Does salt restriction increase blood sugar? Original paper

    In this meta-analysis of randomized crossover studies, low-salt diets increased blood glucose levels in participants with hypertension or diabetes.

    This Study Summary was published on August 11, 2023.

    Quick Summary

    In this meta-analysis of randomized crossover studies, low-salt diets increased blood glucose levels in participants with hypertension or diabetes.

    What was studied?

    The effect of salt intake on blood glucose (sugar) levels.

    Who was studied?

    485 participants (58.6% men, 41.4% women; average age of 38) with hypertension (high blood pressure; 94.4%) or diabetes (9.5%).

    How was it studied?

    A meta-analysis of 6 randomized controlled crossover studies was conducted to analyze the relationship between salt intake and blood glucose levels. Because 2 of the included studies separated participants by hypertension status or used a 3-day and 7-day intervention, they were treated as independent datasets, meaning 8 “trials” were analyzed.

    In the high-salt diet conditions, total sodium (as table salt, or NaCl) ranged from 4,600 to 7,866 mg/day. In the low-salt conditions, total sodium ranged from 230 to 2,070 mg/day. The durations of the majority of interventions were 3 days to 2 weeks, while one study lasted 12 weeks.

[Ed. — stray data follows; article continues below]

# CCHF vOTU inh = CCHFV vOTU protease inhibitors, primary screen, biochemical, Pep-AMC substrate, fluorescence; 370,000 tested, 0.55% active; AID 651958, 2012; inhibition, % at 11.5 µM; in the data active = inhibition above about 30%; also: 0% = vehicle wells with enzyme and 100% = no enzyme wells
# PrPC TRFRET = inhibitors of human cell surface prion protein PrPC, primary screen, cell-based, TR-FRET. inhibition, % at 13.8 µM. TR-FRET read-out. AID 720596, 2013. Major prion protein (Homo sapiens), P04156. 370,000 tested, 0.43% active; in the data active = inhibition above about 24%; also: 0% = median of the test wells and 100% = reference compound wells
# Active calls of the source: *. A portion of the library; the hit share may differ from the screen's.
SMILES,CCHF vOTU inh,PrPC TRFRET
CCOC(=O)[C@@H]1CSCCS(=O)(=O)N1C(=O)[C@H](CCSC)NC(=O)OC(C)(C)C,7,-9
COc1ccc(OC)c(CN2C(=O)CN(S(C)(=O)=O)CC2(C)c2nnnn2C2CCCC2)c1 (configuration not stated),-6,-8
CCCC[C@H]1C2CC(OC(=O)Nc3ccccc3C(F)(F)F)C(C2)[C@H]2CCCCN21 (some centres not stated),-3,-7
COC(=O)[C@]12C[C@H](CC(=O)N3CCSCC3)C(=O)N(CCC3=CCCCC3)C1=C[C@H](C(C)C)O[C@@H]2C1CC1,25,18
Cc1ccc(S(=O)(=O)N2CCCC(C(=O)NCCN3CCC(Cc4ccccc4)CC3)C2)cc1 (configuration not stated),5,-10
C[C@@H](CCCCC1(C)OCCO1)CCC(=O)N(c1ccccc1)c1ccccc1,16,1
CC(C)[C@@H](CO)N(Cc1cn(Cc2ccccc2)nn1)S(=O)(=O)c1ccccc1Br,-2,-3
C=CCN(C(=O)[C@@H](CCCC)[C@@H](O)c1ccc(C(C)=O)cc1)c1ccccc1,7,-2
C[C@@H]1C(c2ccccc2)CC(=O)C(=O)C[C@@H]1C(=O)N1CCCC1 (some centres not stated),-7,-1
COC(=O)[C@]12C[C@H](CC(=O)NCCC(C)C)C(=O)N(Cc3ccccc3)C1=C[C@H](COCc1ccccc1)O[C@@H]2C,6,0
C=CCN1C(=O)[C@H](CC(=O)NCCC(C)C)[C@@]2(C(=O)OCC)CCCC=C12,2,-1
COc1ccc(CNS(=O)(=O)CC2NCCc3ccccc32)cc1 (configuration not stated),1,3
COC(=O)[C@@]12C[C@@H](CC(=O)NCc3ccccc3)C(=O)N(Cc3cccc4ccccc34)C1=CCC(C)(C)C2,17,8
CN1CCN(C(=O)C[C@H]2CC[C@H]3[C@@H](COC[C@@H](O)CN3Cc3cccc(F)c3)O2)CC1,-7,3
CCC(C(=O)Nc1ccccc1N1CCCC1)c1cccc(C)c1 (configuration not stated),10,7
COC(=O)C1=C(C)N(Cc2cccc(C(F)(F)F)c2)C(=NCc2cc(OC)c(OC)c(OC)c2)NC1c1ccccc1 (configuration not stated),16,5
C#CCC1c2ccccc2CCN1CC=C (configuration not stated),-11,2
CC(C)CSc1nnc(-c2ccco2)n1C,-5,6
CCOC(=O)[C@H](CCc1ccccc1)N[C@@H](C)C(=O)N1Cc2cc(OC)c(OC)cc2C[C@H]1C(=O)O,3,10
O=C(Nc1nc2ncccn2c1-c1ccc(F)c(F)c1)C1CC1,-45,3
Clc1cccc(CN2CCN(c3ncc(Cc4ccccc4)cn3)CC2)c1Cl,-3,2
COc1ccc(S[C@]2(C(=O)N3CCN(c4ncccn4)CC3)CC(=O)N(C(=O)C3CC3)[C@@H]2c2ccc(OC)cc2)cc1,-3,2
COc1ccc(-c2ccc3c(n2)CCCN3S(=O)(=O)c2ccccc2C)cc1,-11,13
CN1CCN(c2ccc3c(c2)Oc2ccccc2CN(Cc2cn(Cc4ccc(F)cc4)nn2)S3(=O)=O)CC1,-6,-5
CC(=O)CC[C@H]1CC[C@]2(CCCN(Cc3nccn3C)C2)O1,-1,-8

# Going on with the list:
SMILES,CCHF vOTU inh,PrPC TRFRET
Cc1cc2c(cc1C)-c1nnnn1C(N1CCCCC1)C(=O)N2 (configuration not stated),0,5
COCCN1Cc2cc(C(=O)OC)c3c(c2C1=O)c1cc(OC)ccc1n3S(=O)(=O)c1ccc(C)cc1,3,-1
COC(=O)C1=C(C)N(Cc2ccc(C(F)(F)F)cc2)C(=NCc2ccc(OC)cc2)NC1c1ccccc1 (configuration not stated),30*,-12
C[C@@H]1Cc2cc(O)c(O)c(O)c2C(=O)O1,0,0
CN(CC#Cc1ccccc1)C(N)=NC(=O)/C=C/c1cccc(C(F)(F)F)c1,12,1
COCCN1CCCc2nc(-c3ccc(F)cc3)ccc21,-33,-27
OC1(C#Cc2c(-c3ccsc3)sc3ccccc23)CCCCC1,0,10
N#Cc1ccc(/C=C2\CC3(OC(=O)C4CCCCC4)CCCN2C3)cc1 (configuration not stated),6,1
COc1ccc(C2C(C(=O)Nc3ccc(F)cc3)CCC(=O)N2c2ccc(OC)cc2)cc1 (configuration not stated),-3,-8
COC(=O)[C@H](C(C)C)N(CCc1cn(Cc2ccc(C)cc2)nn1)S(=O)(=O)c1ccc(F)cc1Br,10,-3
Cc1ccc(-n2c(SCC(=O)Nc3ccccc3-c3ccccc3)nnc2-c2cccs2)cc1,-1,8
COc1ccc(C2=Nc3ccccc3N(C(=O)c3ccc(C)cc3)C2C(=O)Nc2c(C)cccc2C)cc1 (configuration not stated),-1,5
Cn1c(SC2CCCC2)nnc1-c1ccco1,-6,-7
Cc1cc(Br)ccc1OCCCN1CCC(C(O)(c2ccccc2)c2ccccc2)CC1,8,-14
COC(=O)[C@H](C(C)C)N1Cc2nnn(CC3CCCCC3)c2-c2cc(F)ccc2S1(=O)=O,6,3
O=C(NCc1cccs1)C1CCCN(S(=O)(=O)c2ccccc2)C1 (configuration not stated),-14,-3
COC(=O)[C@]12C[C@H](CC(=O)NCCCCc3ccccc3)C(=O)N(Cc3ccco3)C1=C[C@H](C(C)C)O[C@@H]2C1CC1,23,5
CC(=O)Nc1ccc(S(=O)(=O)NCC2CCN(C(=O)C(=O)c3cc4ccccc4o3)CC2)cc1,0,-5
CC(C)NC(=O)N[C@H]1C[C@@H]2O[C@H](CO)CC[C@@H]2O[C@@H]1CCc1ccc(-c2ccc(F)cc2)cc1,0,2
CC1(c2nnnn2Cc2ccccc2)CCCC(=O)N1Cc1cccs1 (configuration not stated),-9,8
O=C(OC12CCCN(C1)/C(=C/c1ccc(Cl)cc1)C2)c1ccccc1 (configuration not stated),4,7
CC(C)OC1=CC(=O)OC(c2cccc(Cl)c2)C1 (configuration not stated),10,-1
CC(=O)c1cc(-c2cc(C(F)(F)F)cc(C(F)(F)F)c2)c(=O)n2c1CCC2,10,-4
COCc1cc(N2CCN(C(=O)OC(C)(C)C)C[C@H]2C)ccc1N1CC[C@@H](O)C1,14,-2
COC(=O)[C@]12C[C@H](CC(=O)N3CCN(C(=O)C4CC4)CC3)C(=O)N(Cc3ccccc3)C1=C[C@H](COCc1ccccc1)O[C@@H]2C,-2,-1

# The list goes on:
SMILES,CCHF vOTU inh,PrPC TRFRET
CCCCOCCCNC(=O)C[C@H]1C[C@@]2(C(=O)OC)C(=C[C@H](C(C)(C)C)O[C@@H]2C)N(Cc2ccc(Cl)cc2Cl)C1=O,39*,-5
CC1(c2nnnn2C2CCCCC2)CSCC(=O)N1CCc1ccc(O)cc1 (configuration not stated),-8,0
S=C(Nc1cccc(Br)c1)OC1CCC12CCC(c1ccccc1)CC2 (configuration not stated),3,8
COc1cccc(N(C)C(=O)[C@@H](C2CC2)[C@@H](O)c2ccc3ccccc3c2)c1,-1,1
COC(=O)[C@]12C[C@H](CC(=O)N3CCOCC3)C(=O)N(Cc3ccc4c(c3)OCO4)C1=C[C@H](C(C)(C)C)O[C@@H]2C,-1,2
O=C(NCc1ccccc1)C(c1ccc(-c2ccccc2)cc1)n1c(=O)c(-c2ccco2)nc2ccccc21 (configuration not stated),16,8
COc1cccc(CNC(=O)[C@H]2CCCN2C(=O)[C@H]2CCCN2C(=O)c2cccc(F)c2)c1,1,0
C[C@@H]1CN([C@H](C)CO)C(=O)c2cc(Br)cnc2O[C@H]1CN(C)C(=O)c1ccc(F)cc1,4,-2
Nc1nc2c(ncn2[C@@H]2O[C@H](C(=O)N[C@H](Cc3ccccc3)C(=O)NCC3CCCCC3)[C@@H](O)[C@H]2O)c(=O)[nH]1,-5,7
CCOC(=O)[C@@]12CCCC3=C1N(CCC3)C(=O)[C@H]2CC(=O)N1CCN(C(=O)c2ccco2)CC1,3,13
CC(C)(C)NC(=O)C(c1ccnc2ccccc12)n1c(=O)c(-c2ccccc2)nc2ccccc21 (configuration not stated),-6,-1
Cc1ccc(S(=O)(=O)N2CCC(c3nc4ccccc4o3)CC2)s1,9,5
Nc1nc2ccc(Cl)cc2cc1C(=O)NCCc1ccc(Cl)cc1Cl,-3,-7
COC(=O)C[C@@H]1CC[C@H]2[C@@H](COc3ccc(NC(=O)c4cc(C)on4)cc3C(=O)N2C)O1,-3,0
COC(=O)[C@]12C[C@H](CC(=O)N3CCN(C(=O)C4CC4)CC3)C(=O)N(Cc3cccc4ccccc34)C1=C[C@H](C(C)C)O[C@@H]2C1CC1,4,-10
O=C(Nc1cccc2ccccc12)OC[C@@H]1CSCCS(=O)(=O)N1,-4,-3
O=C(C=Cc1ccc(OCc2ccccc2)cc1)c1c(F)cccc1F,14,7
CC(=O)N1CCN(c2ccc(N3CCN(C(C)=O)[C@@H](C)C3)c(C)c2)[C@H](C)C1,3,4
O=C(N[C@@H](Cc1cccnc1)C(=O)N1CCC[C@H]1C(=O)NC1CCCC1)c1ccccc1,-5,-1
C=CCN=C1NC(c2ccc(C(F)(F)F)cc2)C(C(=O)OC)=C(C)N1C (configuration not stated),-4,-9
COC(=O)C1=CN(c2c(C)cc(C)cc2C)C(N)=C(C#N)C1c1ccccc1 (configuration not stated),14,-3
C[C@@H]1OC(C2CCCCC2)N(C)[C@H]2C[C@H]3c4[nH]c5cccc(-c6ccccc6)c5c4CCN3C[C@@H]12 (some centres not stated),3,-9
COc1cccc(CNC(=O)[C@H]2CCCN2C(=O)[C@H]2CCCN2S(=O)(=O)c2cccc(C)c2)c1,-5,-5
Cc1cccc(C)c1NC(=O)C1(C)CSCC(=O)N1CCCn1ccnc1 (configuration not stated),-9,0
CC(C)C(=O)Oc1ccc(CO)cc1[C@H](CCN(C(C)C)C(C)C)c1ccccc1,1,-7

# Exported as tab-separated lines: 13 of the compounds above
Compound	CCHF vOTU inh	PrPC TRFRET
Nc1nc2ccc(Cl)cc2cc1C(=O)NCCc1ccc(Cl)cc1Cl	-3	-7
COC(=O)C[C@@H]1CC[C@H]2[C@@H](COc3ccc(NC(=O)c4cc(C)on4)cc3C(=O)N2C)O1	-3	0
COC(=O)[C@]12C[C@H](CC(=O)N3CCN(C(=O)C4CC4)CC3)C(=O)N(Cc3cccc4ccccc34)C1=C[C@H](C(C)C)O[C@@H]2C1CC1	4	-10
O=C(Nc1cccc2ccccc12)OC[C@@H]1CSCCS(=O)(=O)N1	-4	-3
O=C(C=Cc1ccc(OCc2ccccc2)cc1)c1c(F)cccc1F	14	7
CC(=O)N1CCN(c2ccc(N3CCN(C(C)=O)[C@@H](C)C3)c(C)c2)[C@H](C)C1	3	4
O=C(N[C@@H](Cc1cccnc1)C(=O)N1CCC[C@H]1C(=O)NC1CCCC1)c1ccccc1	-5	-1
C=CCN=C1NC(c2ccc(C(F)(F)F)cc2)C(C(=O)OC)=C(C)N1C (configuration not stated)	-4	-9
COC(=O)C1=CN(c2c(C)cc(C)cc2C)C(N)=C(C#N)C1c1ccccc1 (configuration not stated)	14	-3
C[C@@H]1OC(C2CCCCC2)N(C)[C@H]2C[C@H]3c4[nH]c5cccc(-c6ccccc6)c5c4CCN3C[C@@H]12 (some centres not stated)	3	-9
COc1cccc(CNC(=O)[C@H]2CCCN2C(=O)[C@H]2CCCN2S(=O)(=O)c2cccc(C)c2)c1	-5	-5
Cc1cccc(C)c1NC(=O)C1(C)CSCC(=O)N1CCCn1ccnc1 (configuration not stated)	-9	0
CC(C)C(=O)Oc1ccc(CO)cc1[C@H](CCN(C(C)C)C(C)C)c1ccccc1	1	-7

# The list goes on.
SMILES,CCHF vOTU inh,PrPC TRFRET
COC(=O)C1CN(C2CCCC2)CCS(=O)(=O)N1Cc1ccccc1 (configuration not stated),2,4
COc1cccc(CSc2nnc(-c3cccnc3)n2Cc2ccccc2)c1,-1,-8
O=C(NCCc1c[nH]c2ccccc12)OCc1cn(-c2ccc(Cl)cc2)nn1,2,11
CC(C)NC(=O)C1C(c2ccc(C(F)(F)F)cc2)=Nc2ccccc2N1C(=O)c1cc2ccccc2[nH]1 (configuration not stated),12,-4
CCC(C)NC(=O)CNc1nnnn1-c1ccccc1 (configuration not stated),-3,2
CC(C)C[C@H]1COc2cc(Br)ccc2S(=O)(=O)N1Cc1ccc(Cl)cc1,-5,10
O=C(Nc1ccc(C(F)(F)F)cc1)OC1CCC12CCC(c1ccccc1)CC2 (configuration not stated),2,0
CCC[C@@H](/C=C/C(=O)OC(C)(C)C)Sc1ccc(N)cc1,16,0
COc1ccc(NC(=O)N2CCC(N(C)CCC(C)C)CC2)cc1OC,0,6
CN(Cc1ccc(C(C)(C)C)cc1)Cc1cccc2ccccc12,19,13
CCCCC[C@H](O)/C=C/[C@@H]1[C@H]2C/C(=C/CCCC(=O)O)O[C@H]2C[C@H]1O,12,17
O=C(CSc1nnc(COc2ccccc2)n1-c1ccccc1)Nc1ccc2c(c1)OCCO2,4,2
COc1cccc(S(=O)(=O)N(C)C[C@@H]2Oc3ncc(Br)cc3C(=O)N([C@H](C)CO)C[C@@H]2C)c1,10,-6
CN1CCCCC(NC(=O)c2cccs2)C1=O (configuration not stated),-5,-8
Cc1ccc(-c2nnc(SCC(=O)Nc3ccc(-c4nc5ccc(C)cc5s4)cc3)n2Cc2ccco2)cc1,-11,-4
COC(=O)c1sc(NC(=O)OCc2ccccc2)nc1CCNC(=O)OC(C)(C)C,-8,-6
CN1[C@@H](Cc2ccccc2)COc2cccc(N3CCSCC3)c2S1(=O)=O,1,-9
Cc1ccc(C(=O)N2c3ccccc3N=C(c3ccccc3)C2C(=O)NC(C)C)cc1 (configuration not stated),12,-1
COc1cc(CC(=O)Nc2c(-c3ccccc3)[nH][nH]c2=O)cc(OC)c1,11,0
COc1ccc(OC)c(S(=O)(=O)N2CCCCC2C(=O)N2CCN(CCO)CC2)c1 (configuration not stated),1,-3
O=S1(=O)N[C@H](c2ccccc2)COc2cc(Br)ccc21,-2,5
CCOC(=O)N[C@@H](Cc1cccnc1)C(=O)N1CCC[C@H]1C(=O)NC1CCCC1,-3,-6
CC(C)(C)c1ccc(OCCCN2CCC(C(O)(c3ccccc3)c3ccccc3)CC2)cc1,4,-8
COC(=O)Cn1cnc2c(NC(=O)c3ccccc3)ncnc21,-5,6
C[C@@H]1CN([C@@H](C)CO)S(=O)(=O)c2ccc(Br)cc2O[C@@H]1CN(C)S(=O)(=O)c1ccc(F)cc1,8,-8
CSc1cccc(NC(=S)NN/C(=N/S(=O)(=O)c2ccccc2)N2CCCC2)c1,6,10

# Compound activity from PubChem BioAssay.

What were the results?

    Blood glucose levels were higher after low-salt diets compared with high-salt diets, with an average difference of 3.5 mg/dL (0.19 millimoles).

    Anything else I need to know?

    While these results indicate that a low-salt diet increases blood glucose levels, most of the studies took place over 2 weeks or less, which doesn’t tell us much about the long-term impact of salt on blood glucose levels.

    A major strength of this meta-analysis was the inclusion of crossover studies only, which limits variability among the participants, as they serve as their own control. Therefore, confounding factors are minimized, and internal validity is maximized.

    This Study Summary was published on August 11, 2023.